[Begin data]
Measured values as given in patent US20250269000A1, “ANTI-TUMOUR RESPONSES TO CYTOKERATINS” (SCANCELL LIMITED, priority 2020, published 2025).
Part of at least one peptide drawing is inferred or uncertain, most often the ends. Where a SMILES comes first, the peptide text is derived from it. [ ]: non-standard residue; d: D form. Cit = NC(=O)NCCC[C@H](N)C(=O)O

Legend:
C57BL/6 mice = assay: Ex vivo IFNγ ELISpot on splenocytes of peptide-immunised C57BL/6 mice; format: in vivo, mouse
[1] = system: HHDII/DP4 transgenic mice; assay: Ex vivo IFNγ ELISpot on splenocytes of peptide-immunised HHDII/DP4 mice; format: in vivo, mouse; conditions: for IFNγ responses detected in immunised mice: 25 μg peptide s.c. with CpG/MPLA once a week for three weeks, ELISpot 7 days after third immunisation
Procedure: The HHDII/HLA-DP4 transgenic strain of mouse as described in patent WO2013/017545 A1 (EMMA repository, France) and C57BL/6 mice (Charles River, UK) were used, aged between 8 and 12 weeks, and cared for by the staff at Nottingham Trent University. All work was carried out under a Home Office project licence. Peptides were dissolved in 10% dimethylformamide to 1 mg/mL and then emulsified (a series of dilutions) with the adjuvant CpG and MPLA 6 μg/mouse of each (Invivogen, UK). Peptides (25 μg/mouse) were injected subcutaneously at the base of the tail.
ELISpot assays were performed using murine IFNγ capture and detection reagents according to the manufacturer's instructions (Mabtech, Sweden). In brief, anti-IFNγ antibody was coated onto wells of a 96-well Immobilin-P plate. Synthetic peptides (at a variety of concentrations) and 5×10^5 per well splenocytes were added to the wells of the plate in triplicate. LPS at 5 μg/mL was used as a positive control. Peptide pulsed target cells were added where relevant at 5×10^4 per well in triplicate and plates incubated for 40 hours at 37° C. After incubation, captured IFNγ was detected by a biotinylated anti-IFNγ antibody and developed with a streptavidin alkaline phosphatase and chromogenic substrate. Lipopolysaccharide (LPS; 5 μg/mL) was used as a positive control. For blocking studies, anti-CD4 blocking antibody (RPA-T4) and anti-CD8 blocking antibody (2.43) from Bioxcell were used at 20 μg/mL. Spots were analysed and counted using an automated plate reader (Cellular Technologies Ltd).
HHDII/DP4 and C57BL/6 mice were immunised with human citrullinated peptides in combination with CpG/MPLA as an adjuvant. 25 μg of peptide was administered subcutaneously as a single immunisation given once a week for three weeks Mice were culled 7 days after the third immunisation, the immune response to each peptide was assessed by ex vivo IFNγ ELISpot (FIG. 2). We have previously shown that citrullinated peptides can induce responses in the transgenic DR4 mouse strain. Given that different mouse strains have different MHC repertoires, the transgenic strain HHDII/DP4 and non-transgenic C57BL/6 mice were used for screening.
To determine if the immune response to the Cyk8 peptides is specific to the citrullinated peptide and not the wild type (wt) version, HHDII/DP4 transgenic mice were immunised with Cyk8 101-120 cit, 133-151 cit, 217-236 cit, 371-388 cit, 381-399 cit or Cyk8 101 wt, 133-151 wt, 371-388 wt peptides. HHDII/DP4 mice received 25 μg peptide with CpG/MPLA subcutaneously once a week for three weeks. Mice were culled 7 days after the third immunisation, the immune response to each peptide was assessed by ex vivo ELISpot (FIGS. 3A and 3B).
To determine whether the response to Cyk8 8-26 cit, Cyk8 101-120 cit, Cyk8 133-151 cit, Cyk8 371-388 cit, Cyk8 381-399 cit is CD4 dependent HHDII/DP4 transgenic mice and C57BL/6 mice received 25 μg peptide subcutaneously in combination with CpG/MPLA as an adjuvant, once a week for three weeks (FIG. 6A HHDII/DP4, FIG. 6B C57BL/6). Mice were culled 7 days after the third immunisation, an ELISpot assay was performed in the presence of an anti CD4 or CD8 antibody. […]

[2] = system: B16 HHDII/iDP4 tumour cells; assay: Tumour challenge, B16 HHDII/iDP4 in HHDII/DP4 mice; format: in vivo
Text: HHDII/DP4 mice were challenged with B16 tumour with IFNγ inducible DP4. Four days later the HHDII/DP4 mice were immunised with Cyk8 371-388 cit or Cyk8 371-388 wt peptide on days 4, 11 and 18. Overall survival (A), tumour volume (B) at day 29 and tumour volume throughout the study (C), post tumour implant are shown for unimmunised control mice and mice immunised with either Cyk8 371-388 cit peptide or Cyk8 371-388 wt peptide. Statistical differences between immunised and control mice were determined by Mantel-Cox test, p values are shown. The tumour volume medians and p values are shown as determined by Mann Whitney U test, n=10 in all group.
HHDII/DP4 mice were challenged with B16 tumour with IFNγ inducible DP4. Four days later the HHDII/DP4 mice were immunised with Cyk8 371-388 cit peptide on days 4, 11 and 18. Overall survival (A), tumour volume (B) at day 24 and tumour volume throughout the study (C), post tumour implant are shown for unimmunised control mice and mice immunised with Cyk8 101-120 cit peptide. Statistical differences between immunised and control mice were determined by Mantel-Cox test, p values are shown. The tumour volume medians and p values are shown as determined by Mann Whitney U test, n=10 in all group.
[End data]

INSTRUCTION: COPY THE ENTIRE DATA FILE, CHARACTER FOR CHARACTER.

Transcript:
Measured values as given in patent US20250269000A1, “ANTI-TUMOUR RESPONSES TO CYTOKERATINS” (SCANCELL LIMITED, priority 2020, published 2025).
Part of at least one peptide drawing is inferred or uncertain, most often the ends. Where a SMILES comes first, the peptide text is derived from it. [ ]: non-standard residue; d: D form. Cit = NC(=O)NCCC[C@H](N)C(=O)O

Legend:
C57BL/6 mice = assay: Ex vivo IFNγ ELISpot on splenocytes of peptide-immunised C57BL/6 mice; format: in vivo, mouse
[1] = system: HHDII/DP4 transgenic mice; assay: Ex vivo IFNγ ELISpot on splenocytes of peptide-immunised HHDII/DP4 mice; format: in vivo, mouse; conditions: for IFNγ responses detected in immunised mice: 25 μg peptide s.c. with CpG/MPLA once a week for three weeks, ELISpot 7 days after third immunisation
Procedure: The HHDII/HLA-DP4 transgenic strain of mouse as described in patent WO2013/017545 A1 (EMMA repository, France) and C57BL/6 mice (Charles River, UK) were used, aged between 8 and 12 weeks, and cared for by the staff at Nottingham Trent University. All work was carried out under a Home Office project licence. Peptides were dissolved in 10% dimethylformamide to 1 mg/mL and then emulsified (a series of dilutions) with the adjuvant CpG and MPLA 6 μg/mouse of each (Invivogen, UK). Peptides (25 μg/mouse) were injected subcutaneously at the base of the tail.
ELISpot assays were performed using murine IFNγ capture and detection reagents according to the manufacturer's instructions (Mabtech, Sweden). In brief, anti-IFNγ antibody was coated onto wells of a 96-well Immobilin-P plate. Synthetic peptides (at a variety of concentrations) and 5×10^5 per well splenocytes were added to the wells of the plate in triplicate. LPS at 5 μg/mL was used as a positive control. Peptide pulsed target cells were added where relevant at 5×10^4 per well in triplicate and plates incubated for 40 hours at 37° C. After incubation, captured IFNγ was detected by a biotinylated anti-IFNγ antibody and developed with a streptavidin alkaline phosphatase and chromogenic substrate. Lipopolysaccharide (LPS; 5 μg/mL) was used as a positive control. For blocking studies, anti-CD4 blocking antibody (RPA-T4) and anti-CD8 blocking antibody (2.43) from Bioxcell were used at 20 μg/mL. Spots were analysed and counted using an automated plate reader (Cellular Technologies Ltd).
HHDII/DP4 and C57BL/6 mice were immunised with human citrullinated peptides in combination with CpG/MPLA as an adjuvant. 25 μg of peptide was administered subcutaneously as a single immunisation given once a week for three weeks Mice were culled 7 days after the third immunisation, the immune response to each peptide was assessed by ex vivo IFNγ ELISpot (FIG. 2). We have previously shown that citrullinated peptides can induce responses in the transgenic DR4 mouse strain. Given that different mouse strains have different MHC repertoires, the transgenic strain HHDII/DP4 and non-transgenic C57BL/6 mice were used for screening.
To determine if the immune response to the Cyk8 peptides is specific to the citrullinated peptide and not the wild type (wt) version, HHDII/DP4 transgenic mice were immunised with Cyk8 101-120 cit, 133-151 cit, 217-236 cit, 371-388 cit, 381-399 cit or Cyk8 101 wt, 133-151 wt, 371-388 wt peptides. HHDII/DP4 mice received 25 μg peptide with CpG/MPLA subcutaneously once a week for three weeks. Mice were culled 7 days after the third immunisation, the immune response to each peptide was assessed by ex vivo ELISpot (FIGS. 3A and 3B).
To determine whether the response to Cyk8 8-26 cit, Cyk8 101-120 cit, Cyk8 133-151 cit, Cyk8 371-388 cit, Cyk8 381-399 cit is CD4 dependent HHDII/DP4 transgenic mice and C57BL/6 mice received 25 μg peptide subcutaneously in combination with CpG/MPLA as an adjuvant, once a week for three weeks (FIG. 6A HHDII/DP4, FIG. 6B C57BL/6). Mice were culled 7 days after the third immunisation, an ELISpot assay was performed in the presence of an anti CD4 or CD8 antibody. […]

[2] = system: B16 HHDII/iDP4 tumour cells; assay: Tumour challenge, B16 HHDII/iDP4 in HHDII/DP4 mice; format: in vivo
Text: HHDII/DP4 mice were challenged with B16 tumour with IFNγ inducible DP4. Four days later the HHDII/DP4 mice were immunised with Cyk8 371-388 cit or Cyk8 371-388 wt peptide on days 4, 11 and 18. Overall survival (A), tumour volume (B) at day 29 and tumour volume throughout the study (C), post tumour implant are shown for unimmunised control mice and mice immunised with either Cyk8 371-388 cit peptide or Cyk8 371-388 wt peptide. Statistical differences between immunised and control mice were determined by Mantel-Cox test, p values are shown. The tumour volume medians and p values are shown as determined by Mann Whitney U test, n=10 in all group.
HHDII/DP4 mice were challenged with B16 tumour with IFNγ inducible DP4. Four days later the HHDII/DP4 mice were immunised with Cyk8 371-388 cit peptide on days 4, 11 and 18. Overall survival (A), tumour volume (B) at day 24 and tumour volume throughout the study (C), post tumour implant are shown for unimmunised control mice and mice immunised with Cyk8 101-120 cit peptide. Statistical differences between immunised and control mice were determined by Mantel-Cox test, p values are shown. The tumour volume medians and p values are shown as determined by Mann Whitney U test, n=10 in all group.